The whole time that I was in intensive care, my PEG was feeding me by a drip pump. I’m grateful I couldn’t feel the pain after the actual PEG operation. My parents learnt how to use the feed pump while they were waiting for me to come to from my sedation. I even learnt that my brother was very upset and was a rock for my parents.

After talking to my parents about what had been happening while I had been sedated, my dad told me he had won a large PG monkey off eBay because he knew how much I love the PGtips monkey. He told me he was safe and waiting for me when I went back home! My parents also told me they had changed my bedroom around at home, a new bed and drawers etc. I couldn’t wait to see it. They had changed my bedroom because when it came to the point of coming out of hospital, there was no way I’d be able to get up my bunk bed!

The change of bedroom was also to do with my drip feed because when I am on my feed, the wire I am on is not very long and has to reach my bed where I’ll be fed overnight. My parents also had to get a triangular pillow to keep me upright in bed because when you feeding you cannot totally put your head down totally on the bed as you may choke on the feed going in your stomach. I found my triangular pillow much more comfortable than a normal pillow because as I was very slim, my bones used to ache when lying on a mattress as I didn’t have a lot of muscle to cushion it. I could rest my head more easily and be more comfortable to sleep without my arm hurting me.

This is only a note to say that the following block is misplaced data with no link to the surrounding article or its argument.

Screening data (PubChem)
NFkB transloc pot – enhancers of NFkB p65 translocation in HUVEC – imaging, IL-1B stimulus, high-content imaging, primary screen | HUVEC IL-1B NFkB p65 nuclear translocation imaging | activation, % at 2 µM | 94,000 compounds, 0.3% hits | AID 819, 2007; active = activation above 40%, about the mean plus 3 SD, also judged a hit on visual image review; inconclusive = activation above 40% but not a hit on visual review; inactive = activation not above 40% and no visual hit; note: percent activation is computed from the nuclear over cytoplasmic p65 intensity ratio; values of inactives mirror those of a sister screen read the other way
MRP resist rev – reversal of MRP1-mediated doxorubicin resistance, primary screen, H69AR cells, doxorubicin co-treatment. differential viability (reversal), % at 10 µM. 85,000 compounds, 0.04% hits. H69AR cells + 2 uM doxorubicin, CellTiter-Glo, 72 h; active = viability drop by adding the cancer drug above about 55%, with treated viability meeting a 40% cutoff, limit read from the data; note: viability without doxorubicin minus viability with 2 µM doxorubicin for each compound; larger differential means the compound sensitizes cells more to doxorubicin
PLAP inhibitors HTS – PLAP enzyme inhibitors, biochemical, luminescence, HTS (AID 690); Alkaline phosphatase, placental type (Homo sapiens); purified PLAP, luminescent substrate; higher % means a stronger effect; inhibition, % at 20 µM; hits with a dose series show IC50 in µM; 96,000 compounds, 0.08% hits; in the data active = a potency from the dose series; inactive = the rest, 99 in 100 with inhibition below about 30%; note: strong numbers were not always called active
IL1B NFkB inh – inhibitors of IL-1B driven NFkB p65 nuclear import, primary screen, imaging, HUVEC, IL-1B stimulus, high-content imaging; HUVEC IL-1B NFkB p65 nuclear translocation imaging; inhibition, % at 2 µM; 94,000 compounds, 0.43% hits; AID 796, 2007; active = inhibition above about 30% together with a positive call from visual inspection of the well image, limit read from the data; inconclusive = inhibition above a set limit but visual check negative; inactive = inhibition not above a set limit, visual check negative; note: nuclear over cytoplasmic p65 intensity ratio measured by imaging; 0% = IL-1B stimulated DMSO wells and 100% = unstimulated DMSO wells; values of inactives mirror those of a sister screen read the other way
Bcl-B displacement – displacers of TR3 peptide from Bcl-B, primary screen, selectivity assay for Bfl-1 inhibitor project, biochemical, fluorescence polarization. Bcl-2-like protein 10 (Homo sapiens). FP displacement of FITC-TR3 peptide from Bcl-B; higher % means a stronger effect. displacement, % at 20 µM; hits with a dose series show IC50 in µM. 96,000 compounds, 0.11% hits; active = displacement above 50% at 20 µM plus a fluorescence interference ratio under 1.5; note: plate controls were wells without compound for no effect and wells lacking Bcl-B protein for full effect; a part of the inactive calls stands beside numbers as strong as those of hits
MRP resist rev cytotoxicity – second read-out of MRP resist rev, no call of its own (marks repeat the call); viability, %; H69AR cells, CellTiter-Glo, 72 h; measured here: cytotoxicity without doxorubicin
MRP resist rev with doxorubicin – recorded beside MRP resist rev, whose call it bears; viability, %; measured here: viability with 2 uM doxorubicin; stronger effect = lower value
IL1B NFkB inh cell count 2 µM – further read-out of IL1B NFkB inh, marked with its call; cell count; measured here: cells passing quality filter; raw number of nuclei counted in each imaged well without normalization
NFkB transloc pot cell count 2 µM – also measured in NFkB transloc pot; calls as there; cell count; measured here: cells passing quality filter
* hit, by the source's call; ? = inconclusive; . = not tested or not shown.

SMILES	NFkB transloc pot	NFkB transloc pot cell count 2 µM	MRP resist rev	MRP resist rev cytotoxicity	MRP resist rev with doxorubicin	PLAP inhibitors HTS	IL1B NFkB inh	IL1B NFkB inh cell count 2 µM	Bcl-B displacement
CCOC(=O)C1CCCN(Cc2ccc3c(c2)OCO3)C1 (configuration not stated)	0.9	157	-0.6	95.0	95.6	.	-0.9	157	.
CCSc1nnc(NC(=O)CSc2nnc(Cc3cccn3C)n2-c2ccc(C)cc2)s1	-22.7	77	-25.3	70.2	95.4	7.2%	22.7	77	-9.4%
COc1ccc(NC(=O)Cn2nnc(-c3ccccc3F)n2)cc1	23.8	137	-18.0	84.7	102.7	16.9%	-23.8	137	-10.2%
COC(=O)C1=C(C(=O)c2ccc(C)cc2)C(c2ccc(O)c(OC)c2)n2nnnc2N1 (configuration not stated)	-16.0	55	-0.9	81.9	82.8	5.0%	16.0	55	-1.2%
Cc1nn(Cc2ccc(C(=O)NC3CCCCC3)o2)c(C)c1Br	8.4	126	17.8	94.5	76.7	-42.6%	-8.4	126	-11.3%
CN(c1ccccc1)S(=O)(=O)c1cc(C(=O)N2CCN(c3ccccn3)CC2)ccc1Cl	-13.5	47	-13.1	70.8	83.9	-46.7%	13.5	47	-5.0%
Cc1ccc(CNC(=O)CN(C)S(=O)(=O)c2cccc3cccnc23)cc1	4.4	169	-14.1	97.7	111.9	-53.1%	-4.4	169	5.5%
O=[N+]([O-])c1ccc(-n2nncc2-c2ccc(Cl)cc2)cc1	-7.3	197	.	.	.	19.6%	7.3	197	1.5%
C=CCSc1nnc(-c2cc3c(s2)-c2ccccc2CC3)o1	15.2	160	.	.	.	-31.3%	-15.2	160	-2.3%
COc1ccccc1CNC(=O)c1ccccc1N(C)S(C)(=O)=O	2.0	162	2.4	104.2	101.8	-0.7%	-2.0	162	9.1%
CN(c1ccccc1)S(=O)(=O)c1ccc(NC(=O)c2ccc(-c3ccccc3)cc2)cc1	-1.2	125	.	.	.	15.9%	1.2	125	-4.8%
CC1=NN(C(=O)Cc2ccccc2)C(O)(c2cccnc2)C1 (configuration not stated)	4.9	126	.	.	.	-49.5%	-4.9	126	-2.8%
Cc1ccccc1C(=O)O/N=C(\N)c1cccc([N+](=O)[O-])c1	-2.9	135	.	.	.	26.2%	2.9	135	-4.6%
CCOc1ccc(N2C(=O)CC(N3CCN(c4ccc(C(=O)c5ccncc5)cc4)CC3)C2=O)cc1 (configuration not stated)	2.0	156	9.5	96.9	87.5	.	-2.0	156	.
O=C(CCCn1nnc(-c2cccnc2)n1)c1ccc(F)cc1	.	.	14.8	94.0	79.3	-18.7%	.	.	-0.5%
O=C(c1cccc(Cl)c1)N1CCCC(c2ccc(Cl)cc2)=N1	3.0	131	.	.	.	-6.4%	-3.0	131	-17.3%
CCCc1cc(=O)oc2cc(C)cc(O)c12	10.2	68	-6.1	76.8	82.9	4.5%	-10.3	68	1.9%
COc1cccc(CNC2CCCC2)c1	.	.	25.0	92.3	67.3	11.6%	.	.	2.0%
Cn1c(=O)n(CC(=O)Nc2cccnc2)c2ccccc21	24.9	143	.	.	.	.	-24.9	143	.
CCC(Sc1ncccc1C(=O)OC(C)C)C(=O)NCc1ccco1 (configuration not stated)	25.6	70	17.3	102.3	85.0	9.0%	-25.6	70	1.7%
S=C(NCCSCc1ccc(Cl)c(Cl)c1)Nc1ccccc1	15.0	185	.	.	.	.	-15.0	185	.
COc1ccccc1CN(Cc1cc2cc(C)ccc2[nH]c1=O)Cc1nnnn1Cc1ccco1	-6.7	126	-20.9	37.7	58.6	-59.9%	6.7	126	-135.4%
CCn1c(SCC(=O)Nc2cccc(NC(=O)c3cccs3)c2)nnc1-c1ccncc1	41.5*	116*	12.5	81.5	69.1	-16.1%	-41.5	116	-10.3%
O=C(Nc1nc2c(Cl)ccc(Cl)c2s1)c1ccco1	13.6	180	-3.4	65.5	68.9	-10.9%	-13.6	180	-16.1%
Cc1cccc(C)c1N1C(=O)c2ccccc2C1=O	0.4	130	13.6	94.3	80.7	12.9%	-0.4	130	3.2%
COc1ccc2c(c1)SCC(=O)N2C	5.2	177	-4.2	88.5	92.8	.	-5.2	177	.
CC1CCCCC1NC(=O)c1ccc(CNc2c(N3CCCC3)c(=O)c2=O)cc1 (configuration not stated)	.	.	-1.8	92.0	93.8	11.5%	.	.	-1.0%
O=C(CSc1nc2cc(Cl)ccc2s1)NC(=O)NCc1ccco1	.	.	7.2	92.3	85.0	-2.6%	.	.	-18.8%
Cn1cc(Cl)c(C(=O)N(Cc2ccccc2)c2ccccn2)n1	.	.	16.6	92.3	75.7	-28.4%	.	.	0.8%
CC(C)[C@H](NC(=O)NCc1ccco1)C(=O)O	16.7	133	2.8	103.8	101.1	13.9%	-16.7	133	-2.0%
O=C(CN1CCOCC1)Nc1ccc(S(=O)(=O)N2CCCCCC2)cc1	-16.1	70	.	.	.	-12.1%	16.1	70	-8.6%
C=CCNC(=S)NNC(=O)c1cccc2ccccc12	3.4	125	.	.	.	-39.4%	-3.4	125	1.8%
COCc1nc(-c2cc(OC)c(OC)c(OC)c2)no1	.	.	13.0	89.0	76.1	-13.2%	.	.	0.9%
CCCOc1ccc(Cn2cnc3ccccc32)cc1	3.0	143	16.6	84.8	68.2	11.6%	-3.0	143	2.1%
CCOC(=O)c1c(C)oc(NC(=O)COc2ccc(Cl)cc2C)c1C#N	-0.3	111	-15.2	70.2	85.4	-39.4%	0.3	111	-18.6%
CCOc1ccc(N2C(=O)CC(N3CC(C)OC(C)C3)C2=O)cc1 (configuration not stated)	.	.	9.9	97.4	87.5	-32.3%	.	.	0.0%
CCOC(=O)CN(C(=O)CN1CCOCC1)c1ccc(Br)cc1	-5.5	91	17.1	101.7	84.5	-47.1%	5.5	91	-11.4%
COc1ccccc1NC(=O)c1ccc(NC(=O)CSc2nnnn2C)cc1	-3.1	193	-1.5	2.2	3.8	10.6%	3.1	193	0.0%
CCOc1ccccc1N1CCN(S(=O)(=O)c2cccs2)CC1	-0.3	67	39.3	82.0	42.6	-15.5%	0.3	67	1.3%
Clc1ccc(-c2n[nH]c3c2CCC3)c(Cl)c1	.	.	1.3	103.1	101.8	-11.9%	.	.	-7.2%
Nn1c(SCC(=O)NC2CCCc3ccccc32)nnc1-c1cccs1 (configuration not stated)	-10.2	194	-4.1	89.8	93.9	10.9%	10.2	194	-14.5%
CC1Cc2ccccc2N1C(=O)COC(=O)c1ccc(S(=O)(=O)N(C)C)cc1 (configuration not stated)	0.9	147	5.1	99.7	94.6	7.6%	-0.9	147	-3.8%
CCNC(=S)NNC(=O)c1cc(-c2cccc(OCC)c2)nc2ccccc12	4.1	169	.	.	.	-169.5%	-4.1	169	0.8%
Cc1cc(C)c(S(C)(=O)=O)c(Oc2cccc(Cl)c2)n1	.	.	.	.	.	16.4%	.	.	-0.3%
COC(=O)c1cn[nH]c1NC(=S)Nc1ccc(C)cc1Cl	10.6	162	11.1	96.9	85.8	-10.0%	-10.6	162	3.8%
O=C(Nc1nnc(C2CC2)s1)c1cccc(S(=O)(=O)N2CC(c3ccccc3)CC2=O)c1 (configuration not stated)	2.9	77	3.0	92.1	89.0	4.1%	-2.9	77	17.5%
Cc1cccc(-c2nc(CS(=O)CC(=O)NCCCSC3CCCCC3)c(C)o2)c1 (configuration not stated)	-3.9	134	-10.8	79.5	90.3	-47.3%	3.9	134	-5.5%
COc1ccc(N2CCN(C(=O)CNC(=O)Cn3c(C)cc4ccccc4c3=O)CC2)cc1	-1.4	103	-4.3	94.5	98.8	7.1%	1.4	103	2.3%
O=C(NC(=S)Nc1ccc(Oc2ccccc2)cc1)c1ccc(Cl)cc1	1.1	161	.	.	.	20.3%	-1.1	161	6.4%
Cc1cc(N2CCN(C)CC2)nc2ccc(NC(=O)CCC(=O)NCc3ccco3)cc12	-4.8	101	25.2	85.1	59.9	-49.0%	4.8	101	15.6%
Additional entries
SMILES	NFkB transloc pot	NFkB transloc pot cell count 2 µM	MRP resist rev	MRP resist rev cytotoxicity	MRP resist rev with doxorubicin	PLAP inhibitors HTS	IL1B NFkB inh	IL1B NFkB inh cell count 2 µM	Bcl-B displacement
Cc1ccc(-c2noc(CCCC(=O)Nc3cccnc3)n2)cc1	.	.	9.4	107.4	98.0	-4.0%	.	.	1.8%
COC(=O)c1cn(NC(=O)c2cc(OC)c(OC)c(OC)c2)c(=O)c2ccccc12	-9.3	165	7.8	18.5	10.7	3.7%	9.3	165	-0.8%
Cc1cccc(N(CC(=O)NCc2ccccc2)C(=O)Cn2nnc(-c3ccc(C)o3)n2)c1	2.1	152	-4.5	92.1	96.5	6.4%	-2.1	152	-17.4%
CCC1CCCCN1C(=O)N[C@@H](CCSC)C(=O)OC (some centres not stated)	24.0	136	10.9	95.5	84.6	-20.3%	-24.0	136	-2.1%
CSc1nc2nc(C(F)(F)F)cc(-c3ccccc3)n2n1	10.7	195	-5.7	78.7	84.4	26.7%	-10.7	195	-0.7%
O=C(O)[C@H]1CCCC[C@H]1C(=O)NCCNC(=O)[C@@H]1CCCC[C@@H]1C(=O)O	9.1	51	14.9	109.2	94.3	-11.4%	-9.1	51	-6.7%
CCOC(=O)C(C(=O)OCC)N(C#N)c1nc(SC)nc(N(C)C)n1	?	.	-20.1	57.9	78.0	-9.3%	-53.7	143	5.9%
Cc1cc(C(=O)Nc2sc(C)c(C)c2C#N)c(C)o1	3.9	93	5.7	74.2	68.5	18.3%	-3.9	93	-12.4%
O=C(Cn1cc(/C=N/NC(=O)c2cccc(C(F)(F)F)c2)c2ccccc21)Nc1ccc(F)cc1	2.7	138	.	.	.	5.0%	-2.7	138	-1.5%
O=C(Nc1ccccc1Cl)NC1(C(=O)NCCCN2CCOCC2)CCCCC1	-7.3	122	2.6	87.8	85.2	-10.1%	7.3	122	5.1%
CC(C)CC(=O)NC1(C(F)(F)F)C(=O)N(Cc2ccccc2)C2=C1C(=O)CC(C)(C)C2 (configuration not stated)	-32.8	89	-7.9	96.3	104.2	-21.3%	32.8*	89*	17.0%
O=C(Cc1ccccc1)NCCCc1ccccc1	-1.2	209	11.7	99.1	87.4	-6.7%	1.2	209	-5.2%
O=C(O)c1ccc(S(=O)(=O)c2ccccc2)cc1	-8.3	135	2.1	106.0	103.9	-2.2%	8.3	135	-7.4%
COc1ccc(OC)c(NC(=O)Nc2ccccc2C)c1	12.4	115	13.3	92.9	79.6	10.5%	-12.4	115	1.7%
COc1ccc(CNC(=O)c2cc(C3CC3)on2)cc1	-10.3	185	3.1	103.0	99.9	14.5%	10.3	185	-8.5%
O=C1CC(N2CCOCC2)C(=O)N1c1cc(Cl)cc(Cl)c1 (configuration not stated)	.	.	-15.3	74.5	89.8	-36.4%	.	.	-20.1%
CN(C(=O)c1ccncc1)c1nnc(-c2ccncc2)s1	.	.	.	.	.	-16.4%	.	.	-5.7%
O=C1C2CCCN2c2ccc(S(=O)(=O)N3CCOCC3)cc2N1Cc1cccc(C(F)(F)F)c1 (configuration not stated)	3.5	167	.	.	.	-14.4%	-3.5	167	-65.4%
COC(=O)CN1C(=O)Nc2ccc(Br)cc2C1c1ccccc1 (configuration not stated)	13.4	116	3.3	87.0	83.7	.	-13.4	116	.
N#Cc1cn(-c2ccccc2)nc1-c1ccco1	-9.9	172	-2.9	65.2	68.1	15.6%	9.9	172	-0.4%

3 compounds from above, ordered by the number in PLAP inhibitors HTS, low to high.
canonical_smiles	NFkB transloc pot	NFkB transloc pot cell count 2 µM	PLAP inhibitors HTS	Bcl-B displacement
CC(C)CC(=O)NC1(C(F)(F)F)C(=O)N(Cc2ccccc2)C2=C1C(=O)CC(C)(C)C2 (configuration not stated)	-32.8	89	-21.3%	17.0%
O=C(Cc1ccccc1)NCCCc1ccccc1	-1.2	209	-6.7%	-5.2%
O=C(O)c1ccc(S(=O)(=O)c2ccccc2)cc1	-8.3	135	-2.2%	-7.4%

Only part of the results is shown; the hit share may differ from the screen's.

My tracheostomy was getting better and they could now let me speak when they took a piece off that was connected to it. My voice was very hoarse and I tried to speak with it but it was a very weird feeling like you have a box hanging on your throat. I sort of sounded like a Dalek from Dr who!

Eventually, I had the tracheostomy taken out and I was left with a hole in my throat, the doctors told me that the hole would eventually get smaller and seal up. For now, I had a dressing on it. It started at the size of a 1p penny. I could feel the gaping hole in my throat but with the sealed dressing on it, the hole was completely fine and would seal up and leave a tiny scar.

My tracheostomy scar

I was bored a lot of the time I was awake so the nurses gave me a TV to watch and I watched Big brother and watched the contestants going in. I had good chats about big brother with the nurses who I liked and who I wanted to go etc. The intensive care nurses were really friendly and took good care of me. I got to know them well the 6 weeks I was in intensive care.

When it came time to start getting out of my bed to walk about, I was very dizzy as id just been laid up for 5 weeks. I had a physiotherapist help me get out of bed, at first it was just walking a few steps to a seat for the nurses to change my bed covers. I didn’t like this because once I was sat up, my chest felt tight and I felt like a heavy weight that only those few steps really took it out of me. As time went on, I began to use a crutch with wheels on it and I would hold on to it and began walking even further. When I got bored, I sometimes felt well enough to go to the hospital shop, although in a wheel chair. I also ventured to the cochlear implant unit and said hello because they had been worried about me!
June and 6 weeks of being in intensive care, I was well enough to be moved to a normal ward. I was very happy about this because it meant i was getting better and soon i could go home!